Skiing, Subarus, Secession

Greetings, loyal minions. Your Maximum Leader hasn’t visited Vermont in years. It is probably a decade or more in fact. The last time he went to Vermont it was, explicitly, to go to the Ben & Jerry’s Ice Cream factory and gorge himself. (That mission was accomplished, by the way.)

Your Maximum Leader doesn’t pay too close attention to what is going on in Vermont, to be honest. So imagine his surprise when he reads that 13% of Vermonters (Vermonsters?) are in favor of seceding from the Union. Really now… Your Maximum Leader had no idea that 13% of Vermonters are certifiably insane. He knows that Vermont is the home of some people that he might charitably describe as “liberal wackos” (a term your Maximum Leader employs only sparingly); but frankly what state doesn’t have its share of wackos (liberal or otherwise).

Of all the questions posed throughout history, or at least the history of our great republic, your Maximum Leader would have thought that the question of secession was about as moot as you could get. There was a war faught (and in the minds of some still being faught) on the whole secession issue. As your Maximum Leader recalls, it didn’t turn out too well for those who thought that the United States of America was a voluntary association.

So… It seems as though the Vermont secession movement is organized and has manifestos… According to the article:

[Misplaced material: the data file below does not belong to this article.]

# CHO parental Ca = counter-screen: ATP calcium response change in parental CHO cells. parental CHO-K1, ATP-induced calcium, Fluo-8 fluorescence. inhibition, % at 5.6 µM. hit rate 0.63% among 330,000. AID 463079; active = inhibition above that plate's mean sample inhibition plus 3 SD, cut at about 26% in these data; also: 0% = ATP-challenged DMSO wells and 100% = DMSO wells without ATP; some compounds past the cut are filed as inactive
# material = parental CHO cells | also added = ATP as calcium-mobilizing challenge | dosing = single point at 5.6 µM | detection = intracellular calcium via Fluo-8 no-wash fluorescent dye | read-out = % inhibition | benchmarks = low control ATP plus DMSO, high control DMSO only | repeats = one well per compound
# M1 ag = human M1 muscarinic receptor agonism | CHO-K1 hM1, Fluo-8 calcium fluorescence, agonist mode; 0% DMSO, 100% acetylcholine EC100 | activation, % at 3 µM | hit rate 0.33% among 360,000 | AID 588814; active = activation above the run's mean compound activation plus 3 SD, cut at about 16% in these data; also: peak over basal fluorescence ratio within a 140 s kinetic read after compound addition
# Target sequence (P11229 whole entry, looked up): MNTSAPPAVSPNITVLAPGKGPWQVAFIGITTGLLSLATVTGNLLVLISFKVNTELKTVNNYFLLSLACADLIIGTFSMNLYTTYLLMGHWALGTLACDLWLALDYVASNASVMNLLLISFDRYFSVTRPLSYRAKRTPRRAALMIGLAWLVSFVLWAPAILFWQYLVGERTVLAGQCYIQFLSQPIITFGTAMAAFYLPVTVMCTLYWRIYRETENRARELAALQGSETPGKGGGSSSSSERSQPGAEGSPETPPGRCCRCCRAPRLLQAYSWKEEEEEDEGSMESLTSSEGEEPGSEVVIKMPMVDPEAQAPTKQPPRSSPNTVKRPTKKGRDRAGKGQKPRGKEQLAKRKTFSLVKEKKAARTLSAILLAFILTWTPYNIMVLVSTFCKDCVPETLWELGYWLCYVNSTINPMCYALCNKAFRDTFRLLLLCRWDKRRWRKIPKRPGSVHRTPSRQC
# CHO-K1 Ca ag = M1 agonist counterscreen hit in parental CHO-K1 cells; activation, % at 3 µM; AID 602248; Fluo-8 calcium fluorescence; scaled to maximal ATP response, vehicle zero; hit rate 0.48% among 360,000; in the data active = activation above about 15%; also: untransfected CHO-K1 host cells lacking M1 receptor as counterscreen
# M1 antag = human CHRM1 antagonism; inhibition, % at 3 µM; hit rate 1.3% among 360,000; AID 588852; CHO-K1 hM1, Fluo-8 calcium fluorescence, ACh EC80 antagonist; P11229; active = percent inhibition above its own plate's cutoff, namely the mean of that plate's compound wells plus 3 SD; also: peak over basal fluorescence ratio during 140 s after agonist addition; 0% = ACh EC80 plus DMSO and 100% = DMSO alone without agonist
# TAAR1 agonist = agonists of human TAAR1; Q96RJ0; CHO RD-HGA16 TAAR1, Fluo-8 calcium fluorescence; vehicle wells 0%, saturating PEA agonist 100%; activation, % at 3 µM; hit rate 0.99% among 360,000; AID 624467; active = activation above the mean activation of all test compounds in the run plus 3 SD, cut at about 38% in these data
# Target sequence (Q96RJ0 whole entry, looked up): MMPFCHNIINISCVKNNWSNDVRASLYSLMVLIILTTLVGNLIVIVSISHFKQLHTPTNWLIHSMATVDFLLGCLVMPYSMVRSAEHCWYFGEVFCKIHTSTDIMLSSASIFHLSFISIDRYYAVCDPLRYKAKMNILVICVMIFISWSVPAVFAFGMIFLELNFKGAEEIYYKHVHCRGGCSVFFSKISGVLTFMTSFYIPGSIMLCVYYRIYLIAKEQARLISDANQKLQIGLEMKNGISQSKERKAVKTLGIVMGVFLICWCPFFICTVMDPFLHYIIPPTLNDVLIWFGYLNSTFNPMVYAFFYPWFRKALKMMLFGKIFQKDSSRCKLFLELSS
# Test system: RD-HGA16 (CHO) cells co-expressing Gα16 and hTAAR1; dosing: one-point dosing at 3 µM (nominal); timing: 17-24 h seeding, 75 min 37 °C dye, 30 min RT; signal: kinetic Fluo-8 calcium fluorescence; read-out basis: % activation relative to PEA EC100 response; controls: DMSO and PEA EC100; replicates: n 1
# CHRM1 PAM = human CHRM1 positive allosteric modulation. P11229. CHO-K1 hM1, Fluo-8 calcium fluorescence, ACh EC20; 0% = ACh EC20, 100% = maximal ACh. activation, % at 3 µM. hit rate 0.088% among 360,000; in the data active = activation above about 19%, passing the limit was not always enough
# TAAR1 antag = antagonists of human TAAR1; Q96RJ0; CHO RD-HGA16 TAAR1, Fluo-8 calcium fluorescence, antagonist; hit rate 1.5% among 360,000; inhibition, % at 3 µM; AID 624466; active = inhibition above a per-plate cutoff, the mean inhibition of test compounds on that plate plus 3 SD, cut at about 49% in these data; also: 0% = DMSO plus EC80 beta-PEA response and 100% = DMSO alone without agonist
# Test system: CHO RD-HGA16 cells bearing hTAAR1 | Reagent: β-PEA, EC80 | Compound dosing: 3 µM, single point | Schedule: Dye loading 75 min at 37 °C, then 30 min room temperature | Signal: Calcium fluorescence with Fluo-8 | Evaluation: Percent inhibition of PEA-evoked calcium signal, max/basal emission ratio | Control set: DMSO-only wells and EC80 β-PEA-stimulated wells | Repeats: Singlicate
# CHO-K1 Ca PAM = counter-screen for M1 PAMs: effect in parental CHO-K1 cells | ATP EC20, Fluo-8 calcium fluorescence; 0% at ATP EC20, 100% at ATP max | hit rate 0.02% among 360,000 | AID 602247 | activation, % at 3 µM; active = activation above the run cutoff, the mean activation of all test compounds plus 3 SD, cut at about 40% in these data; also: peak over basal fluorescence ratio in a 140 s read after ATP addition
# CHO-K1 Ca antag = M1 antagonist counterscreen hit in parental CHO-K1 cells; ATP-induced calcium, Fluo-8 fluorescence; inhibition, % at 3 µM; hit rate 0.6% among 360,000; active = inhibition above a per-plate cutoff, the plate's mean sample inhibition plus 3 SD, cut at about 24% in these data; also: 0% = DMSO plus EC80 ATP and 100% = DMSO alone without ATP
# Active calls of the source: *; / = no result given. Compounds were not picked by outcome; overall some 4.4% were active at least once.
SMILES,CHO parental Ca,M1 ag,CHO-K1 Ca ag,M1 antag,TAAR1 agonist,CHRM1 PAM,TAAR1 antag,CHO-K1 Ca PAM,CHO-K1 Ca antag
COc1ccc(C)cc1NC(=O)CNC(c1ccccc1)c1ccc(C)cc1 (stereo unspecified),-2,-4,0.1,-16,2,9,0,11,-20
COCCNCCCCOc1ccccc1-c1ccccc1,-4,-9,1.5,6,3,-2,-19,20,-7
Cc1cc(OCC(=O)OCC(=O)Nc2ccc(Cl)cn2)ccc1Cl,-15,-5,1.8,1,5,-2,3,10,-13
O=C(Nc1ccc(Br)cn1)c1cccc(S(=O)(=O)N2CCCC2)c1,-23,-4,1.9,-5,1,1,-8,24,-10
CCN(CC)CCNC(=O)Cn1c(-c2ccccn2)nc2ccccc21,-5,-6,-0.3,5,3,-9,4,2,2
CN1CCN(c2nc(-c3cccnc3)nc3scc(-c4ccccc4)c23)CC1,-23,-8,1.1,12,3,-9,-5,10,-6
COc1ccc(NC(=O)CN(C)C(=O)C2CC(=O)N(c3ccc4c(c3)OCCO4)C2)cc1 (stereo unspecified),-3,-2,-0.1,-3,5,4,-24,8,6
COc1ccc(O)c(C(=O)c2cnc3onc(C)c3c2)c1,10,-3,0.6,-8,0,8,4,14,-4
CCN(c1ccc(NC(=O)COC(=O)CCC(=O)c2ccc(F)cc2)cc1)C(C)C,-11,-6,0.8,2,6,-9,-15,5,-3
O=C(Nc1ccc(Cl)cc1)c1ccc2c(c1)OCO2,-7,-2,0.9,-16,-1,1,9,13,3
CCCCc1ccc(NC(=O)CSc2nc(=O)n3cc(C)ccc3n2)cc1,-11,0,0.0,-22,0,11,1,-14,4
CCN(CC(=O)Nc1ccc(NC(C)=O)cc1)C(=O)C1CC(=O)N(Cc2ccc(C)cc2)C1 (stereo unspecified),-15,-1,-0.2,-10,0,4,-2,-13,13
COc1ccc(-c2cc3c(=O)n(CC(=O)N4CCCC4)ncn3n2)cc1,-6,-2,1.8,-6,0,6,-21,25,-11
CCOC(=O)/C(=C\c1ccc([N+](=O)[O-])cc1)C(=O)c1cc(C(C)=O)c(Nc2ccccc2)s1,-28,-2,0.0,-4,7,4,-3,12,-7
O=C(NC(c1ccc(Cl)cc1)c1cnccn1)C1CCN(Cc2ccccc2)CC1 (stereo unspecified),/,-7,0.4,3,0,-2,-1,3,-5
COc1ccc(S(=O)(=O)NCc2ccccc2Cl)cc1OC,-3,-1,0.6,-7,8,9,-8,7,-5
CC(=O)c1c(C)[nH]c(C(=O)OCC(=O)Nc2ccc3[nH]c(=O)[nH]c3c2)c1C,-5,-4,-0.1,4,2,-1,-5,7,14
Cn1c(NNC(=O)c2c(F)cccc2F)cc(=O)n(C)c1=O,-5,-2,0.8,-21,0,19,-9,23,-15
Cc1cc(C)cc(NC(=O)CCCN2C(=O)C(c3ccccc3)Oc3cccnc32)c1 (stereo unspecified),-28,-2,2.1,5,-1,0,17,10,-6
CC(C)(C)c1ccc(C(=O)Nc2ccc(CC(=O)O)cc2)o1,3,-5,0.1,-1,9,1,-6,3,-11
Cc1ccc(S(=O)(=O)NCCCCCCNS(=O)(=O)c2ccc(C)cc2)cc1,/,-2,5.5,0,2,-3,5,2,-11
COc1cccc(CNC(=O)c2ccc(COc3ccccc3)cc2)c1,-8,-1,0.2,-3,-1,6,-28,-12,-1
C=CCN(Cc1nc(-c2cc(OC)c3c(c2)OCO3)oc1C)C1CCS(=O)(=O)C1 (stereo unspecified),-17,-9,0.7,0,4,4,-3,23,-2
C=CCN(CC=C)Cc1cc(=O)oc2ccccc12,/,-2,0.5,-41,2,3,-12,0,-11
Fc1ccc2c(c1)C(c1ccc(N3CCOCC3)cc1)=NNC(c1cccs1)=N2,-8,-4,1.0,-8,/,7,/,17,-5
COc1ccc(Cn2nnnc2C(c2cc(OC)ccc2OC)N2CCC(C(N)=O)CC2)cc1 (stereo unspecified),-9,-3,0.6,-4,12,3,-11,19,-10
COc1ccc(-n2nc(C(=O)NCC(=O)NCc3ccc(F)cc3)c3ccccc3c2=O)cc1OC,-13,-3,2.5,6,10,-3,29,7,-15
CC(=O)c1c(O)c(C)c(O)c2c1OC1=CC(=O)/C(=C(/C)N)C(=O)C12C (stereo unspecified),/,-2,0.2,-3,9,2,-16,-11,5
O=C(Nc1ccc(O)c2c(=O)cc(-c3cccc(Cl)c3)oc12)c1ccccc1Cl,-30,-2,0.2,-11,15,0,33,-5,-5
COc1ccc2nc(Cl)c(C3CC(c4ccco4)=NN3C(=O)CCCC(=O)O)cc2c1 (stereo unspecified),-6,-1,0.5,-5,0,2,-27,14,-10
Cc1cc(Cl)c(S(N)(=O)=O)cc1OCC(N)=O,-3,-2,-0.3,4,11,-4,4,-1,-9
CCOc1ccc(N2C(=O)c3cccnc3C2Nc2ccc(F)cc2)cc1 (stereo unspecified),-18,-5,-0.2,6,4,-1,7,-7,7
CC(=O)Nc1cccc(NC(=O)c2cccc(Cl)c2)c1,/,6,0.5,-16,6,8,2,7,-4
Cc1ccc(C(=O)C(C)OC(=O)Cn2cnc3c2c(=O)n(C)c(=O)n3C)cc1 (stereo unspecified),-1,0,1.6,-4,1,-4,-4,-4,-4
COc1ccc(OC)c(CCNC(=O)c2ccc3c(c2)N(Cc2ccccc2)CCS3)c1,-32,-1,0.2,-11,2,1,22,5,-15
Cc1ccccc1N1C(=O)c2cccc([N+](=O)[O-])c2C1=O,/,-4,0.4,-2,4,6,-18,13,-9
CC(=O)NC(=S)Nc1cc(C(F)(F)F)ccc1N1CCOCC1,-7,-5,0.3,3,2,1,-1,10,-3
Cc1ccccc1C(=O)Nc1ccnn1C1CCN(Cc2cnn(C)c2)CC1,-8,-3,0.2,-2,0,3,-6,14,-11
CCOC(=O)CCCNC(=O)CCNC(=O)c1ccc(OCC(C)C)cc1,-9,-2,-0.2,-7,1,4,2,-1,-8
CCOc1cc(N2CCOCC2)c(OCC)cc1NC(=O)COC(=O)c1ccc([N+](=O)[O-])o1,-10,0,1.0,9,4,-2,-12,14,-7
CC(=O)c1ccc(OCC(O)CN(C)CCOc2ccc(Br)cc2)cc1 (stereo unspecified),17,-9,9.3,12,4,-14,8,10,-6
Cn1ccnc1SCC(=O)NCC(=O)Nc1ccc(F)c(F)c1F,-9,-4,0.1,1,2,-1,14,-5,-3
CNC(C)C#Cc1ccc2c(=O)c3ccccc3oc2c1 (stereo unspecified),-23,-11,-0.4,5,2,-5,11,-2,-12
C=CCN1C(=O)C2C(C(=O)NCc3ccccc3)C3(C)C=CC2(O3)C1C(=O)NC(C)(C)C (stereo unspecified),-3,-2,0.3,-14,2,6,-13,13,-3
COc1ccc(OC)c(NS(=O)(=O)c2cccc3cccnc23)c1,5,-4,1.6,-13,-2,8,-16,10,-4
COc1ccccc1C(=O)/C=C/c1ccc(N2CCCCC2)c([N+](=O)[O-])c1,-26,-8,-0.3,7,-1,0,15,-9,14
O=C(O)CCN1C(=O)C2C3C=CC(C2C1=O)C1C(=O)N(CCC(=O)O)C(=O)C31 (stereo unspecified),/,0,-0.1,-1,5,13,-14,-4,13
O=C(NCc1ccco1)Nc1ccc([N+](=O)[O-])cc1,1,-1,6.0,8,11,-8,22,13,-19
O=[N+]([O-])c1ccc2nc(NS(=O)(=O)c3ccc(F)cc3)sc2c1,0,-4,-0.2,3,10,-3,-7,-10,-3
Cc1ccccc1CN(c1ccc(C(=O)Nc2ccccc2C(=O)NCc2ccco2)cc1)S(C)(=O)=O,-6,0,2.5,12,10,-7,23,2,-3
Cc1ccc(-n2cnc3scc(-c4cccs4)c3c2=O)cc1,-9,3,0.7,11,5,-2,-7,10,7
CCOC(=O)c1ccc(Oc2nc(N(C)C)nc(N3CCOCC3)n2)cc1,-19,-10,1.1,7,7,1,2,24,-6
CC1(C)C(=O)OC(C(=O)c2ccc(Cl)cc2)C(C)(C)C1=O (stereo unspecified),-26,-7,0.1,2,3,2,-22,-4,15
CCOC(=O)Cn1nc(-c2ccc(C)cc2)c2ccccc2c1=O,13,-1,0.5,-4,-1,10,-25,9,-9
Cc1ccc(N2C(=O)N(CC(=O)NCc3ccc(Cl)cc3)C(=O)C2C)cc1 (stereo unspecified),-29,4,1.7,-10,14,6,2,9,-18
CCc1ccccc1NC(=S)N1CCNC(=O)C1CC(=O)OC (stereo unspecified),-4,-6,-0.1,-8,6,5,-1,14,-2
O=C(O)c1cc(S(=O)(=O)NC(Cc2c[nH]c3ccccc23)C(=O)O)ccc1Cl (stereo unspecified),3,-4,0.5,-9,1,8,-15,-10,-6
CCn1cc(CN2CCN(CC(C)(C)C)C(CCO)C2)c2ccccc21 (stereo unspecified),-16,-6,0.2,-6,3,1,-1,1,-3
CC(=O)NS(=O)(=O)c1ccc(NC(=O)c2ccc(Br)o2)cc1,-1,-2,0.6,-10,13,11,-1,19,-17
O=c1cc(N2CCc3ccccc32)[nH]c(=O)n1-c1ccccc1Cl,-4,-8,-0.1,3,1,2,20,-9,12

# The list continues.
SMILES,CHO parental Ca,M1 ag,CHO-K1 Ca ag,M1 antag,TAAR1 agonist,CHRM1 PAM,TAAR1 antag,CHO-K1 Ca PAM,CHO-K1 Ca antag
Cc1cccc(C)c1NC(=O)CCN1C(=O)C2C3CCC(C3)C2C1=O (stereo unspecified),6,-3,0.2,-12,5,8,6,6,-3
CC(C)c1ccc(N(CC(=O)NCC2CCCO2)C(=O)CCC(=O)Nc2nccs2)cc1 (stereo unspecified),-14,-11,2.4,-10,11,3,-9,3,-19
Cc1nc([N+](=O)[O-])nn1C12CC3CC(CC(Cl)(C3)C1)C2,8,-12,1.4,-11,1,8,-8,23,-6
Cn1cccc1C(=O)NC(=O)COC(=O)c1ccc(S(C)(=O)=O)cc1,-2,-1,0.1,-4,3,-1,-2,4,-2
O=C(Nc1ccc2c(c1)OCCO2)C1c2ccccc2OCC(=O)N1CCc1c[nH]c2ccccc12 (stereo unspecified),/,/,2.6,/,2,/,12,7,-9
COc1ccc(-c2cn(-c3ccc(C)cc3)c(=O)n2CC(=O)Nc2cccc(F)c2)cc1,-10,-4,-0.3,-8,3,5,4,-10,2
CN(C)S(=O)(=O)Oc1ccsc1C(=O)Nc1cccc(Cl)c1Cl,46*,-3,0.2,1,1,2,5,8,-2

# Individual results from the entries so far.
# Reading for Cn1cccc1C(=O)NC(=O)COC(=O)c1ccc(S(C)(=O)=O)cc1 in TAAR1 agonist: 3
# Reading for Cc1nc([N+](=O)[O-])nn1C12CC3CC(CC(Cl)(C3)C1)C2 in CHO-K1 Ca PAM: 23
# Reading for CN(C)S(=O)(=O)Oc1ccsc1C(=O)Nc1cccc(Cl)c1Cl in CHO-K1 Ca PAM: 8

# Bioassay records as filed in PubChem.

Supporters have published a “Green Mountain Manifesto” subtitled “Why and How Tiny Vermont Might Help Save America From Itself by Seceding from the Union.”

In 2005, about 300 people turned out for a secession convention in the Statehouse, and plans for a second one are in the works. A poll this year by the University of Vermont’s Center for Rural Studies found that 13 percent of those surveyed support secession, up from 8 percent a year before.

“The argument for secession is that the U.S. has become an empire that is essentially ungovernable — it’s too big, it’s too corrupt and it no longer serves the needs of its citizens,” said Rob Williams, editor of Vermont Commons, a quarterly newspaper dedicated to secession.

“We have electoral fraud, rampant corporate corruption, a culture of militarism and war,” Williams said. “If you care about democracy and self-governance and any kind of representative system, the only constitutional way to preserve what’s left of the Republic is to peaceably take apart the empire.”

If you were sitting near your Maximum Leader now you would hear him crying out “cukkoo!” Sweet mother! What the hell is going on up in the Green Mountain State? Honestly now, are the people favoring secession going to reconstitute the Green Mountain Boys (and Gyrlz) and take up arms to defend themeselves against the fraud-loving, corporately-corrupt, militarists who until recently were their countrymen? Your Maximum Leader would like to see that. Hell, your Maximum Leader would raise a group of Virginia Volunteers (he would be Colonel-in-Chief) and march on up and retake Vermont on behalf of the United States. He would be happy to liberate the Ben and Jerry’s plant…

If he couldn’t liberate the Ben and Jerry’s plant, he would be happy to secure the grave of Calvin Coolidge for the US… Sherman had his march to the sea. Your Maximum Leader would have his march to Plymouth, Vermont. Be warned! It would be just as bloody…